Business Tips Part 24: Consignment

Have you always wanted to have your products on sale in a physical shop? Well don't be a chicken, approach a store and see if they accept consignments.

When you place your products for sale in a bricks and mortar shop yet retain the legal ownership it is known as consignment. This is a precursor for setting up a wholesale account with a retailer. The shop acts as the sales representative but takes a commission on any sales. The commission could be anything between 25% and 50% but there is usually room for flexibility so barter for a rate you are happy with.

Some shops have a limited buying budget and therefore taking on consignments allows them to try out a range of goods and test the salability before offering to buy outright with a wholesale deal.

It can be really exciting to think that you will be getting your items into a real life shop but you will need to be cautious at first, extra cautious if the store is quite a distance away that you are unable to visit too often in person.

It is extremely important to have a consignment agreement with the shop. At minimum this will include the details of how, and how frequently you will be paid (i.e. monthly or quarterly) and who will cover the postage costs if this applies. More often that not a shop offering consignment will expect you to absorb the postage costs. When you do receive payment, make sure you are given a detailed list as to what has sold, this will ensure that you have been paid correctly but it will also be necessary for your records. If you have any concerns or reservations with a shop, start off with a small quantity until they have gained your trust.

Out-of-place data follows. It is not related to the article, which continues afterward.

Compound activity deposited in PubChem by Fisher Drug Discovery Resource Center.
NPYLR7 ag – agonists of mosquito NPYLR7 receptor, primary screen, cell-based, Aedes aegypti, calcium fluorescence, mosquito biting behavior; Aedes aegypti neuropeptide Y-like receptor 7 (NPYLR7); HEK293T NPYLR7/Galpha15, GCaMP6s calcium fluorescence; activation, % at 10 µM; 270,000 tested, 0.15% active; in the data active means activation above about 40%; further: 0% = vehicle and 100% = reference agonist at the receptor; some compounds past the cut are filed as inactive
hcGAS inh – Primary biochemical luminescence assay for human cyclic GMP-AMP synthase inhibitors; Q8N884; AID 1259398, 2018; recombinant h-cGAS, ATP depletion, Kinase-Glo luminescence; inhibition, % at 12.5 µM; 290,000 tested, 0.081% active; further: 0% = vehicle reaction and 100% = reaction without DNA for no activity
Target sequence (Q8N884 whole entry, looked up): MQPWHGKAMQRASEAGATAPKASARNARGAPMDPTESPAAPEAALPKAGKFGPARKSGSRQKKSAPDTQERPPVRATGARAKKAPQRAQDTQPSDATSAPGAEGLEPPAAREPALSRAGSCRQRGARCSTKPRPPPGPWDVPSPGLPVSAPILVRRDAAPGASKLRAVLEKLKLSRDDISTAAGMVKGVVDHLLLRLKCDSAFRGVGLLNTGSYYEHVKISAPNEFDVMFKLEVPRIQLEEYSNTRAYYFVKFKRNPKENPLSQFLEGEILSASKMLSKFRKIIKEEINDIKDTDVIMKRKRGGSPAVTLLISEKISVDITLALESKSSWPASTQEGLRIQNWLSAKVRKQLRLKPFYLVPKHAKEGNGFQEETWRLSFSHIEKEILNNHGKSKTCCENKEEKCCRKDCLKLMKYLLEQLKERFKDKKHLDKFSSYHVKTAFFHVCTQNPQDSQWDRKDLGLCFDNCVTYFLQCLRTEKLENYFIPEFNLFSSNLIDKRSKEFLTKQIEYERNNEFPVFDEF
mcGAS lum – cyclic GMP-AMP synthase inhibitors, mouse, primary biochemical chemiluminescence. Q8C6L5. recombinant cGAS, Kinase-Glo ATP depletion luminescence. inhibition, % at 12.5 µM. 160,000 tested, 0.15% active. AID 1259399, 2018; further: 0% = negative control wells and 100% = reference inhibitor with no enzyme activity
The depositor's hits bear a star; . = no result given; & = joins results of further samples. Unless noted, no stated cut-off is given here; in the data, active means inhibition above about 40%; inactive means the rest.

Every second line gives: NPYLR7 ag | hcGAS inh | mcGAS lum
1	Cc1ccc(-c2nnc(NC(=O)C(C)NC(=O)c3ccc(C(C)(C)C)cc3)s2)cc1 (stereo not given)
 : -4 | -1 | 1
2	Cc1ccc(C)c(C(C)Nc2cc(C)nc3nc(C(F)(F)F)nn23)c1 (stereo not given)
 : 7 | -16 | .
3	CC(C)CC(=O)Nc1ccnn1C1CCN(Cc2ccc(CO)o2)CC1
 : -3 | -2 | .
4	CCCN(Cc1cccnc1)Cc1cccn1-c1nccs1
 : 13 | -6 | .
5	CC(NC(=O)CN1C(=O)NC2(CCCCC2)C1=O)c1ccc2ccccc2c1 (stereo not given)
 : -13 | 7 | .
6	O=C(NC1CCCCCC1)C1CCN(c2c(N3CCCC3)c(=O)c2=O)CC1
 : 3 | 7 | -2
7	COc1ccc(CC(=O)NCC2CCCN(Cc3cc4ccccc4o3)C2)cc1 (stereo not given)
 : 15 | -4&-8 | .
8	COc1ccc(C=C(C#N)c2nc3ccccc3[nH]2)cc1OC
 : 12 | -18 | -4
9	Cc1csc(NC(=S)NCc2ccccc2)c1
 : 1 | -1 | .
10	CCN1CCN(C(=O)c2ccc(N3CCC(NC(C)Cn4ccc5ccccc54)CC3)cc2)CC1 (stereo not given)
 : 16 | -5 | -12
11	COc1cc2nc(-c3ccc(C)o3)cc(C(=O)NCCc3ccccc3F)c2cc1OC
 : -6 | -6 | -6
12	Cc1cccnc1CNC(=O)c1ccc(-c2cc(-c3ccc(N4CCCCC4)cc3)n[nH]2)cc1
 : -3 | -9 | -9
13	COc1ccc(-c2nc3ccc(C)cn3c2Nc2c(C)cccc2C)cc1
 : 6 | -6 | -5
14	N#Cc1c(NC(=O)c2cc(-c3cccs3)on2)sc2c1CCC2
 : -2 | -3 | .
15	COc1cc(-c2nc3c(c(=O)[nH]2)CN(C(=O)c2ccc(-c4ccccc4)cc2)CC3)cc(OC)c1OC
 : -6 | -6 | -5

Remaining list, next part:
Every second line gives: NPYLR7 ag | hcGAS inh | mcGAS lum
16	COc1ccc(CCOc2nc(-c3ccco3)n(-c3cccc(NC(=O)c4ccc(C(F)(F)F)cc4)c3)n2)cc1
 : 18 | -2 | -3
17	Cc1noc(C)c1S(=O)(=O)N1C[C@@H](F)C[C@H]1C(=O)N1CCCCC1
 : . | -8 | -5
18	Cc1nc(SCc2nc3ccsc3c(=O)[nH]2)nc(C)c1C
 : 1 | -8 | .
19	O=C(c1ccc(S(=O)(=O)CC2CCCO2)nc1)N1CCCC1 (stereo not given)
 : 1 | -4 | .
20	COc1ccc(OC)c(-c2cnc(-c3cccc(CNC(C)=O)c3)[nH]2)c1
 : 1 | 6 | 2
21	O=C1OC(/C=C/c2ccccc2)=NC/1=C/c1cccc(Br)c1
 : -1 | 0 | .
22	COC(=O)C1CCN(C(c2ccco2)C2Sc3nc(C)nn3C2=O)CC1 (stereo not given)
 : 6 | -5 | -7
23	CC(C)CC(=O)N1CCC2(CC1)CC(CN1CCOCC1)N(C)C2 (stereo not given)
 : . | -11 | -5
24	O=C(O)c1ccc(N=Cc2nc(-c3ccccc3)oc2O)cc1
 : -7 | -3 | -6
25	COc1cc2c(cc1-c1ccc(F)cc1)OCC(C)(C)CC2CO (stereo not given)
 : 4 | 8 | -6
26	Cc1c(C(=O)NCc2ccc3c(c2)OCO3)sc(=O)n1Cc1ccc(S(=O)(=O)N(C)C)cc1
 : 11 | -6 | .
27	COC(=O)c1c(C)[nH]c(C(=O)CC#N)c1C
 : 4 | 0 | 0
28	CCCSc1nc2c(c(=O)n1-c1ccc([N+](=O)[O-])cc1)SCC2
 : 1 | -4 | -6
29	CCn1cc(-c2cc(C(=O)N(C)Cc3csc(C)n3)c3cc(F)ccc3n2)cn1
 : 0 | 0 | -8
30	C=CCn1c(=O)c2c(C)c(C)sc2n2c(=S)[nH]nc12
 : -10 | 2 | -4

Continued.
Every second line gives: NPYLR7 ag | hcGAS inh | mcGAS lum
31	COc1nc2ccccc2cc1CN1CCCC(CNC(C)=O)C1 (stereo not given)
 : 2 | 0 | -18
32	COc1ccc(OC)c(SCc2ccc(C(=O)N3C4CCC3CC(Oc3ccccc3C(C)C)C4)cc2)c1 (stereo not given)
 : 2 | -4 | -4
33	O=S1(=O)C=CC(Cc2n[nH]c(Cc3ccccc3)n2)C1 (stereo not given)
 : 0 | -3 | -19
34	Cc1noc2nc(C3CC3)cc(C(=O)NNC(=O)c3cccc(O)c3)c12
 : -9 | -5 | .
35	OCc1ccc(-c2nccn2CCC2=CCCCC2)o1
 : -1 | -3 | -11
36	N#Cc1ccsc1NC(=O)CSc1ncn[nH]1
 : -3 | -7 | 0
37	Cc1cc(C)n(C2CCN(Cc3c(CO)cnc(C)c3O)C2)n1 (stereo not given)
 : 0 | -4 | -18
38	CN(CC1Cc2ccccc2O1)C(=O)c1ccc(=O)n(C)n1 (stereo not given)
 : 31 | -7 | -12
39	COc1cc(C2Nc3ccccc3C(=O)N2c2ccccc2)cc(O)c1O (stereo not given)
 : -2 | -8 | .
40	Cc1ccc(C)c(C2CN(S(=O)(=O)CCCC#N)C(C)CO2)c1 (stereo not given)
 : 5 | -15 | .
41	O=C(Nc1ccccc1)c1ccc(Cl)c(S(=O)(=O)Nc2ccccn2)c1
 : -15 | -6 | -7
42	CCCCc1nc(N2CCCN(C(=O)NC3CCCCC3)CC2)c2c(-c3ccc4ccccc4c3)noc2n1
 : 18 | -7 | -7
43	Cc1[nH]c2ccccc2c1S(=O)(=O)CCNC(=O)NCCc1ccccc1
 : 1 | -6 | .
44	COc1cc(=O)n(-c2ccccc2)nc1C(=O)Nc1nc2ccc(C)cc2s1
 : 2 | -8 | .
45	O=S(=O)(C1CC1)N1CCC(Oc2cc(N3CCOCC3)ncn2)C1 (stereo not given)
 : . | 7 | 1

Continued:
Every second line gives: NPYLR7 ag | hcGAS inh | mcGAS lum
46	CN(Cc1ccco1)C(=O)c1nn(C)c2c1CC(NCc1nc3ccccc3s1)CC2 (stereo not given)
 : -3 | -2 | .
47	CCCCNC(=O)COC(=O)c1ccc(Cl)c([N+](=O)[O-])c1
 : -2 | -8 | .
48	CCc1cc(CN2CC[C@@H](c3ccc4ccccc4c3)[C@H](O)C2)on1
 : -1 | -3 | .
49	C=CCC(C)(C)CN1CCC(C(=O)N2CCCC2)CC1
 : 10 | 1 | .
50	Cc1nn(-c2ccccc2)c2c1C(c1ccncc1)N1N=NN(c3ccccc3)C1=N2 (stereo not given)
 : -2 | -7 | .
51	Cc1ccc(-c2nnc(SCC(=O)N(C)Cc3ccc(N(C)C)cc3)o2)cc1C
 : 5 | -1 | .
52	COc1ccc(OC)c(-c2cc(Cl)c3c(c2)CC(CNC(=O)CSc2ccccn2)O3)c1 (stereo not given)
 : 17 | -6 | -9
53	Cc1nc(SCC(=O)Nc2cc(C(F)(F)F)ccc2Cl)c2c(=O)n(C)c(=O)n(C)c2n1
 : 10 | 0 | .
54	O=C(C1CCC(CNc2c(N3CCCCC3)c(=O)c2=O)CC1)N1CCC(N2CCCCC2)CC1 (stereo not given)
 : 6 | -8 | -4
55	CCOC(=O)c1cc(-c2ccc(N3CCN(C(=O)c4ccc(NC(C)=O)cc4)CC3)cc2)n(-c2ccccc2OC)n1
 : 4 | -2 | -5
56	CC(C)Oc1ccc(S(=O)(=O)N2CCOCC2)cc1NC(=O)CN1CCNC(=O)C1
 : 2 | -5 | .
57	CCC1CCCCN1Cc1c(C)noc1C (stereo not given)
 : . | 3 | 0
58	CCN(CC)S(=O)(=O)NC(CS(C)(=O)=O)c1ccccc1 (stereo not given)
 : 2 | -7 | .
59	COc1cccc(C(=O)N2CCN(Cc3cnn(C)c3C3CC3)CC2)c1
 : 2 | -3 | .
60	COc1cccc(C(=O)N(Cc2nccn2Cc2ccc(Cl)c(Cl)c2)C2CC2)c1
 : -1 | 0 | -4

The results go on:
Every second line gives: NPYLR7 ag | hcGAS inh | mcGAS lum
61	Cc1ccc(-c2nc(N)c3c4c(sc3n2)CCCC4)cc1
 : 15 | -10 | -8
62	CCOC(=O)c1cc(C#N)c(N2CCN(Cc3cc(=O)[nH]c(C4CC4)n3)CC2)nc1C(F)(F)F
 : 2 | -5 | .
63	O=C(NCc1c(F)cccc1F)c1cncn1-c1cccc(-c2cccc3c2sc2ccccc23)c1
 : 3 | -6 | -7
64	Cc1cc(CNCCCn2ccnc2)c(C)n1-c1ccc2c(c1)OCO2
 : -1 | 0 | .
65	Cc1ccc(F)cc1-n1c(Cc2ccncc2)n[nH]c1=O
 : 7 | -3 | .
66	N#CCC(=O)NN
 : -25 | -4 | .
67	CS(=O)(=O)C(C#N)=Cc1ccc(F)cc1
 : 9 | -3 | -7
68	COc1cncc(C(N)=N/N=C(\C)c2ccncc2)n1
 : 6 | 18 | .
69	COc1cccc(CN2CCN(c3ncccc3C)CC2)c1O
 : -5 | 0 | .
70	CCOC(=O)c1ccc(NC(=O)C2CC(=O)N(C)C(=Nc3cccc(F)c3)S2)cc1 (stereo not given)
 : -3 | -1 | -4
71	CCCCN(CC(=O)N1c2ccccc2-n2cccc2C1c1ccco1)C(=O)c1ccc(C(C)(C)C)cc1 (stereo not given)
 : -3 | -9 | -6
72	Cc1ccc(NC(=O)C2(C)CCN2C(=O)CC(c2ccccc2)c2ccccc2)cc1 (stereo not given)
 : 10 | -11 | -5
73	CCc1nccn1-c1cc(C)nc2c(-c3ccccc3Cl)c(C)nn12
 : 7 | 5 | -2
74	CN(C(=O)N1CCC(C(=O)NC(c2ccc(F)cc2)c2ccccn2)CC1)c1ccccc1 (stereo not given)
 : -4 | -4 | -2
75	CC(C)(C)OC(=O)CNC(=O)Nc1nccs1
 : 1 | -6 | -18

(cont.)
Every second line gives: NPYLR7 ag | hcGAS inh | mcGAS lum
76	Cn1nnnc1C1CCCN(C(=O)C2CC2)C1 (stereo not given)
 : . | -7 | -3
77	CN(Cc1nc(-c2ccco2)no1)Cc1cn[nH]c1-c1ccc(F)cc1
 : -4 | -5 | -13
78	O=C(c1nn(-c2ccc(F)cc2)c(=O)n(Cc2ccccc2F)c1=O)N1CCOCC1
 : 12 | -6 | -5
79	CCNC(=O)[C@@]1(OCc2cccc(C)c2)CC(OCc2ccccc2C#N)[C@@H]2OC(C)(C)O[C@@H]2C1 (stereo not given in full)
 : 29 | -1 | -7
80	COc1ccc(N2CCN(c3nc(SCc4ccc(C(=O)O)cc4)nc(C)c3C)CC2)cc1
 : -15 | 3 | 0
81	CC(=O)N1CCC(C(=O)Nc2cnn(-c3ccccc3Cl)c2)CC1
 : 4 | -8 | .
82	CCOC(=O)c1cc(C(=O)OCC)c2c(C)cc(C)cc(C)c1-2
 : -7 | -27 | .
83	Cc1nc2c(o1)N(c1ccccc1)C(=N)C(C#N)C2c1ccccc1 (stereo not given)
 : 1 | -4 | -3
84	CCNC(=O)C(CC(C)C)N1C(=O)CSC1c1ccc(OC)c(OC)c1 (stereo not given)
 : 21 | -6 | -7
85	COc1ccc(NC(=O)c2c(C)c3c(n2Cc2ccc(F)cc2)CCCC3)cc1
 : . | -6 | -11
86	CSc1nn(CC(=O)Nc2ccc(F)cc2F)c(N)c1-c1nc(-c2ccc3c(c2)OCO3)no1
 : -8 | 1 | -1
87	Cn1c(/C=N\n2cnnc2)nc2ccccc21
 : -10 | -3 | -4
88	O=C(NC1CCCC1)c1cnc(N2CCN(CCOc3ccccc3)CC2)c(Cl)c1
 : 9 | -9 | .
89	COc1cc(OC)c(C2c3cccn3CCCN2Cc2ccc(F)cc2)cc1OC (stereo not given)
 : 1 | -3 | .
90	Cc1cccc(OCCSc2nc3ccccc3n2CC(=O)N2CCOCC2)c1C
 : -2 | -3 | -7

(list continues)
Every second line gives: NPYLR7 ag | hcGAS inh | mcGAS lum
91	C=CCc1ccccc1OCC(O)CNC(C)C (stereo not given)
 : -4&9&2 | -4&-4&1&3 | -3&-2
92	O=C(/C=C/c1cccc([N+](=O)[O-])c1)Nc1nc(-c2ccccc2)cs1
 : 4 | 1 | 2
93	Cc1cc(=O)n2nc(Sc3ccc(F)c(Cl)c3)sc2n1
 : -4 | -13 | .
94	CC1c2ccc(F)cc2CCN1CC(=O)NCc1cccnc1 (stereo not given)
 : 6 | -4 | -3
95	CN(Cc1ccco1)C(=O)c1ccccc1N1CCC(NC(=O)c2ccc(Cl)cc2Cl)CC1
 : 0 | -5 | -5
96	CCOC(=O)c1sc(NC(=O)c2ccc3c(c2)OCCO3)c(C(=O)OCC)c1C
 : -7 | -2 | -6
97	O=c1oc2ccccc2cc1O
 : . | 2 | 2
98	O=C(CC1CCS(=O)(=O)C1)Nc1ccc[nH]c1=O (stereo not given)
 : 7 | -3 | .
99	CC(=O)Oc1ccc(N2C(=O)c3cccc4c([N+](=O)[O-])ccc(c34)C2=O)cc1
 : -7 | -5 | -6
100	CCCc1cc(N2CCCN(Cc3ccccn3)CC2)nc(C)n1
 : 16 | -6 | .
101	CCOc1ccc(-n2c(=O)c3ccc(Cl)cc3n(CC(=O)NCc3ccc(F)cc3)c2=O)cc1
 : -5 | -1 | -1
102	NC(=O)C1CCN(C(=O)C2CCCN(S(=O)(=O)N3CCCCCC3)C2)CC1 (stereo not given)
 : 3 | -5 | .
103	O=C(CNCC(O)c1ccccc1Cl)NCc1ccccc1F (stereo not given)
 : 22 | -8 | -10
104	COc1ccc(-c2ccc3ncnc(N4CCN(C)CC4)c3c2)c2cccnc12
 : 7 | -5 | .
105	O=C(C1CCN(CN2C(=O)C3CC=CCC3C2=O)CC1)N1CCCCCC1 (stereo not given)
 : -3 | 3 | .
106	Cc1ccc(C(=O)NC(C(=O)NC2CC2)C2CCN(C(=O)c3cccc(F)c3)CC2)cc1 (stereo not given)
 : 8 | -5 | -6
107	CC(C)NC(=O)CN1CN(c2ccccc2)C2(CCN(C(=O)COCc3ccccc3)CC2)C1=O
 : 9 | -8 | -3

Here are some further points to consider:
  • Is the shop well established and been in business for long? If it is new you will need to be extra careful,

  • Are most of the goods on sale in the shop bought outright/wholesale? If so encourage the owner to do the same with your pieces,

  • Contact other designers/artisans who have pieces for sale in the shop for their feedback on the shop and business practices,

  • Ask if the insurance documents cover consignment items,

  • Find out what will happen if your items are stolen or damaged - will the shop pay you?

  • How long will a product be on the shelf? If they are not sold within the set timeframe how will they be returned to you? It isnt ideal to have items sitting on the shelf for long periods of time as they may become damaged and you will be unable to sell them.

Do any of you do consignment? Have any tips you would like to share?

On the next Business Tips blog: Wholesale Part 1

Friday, 5 March 2010 | 0 Comments

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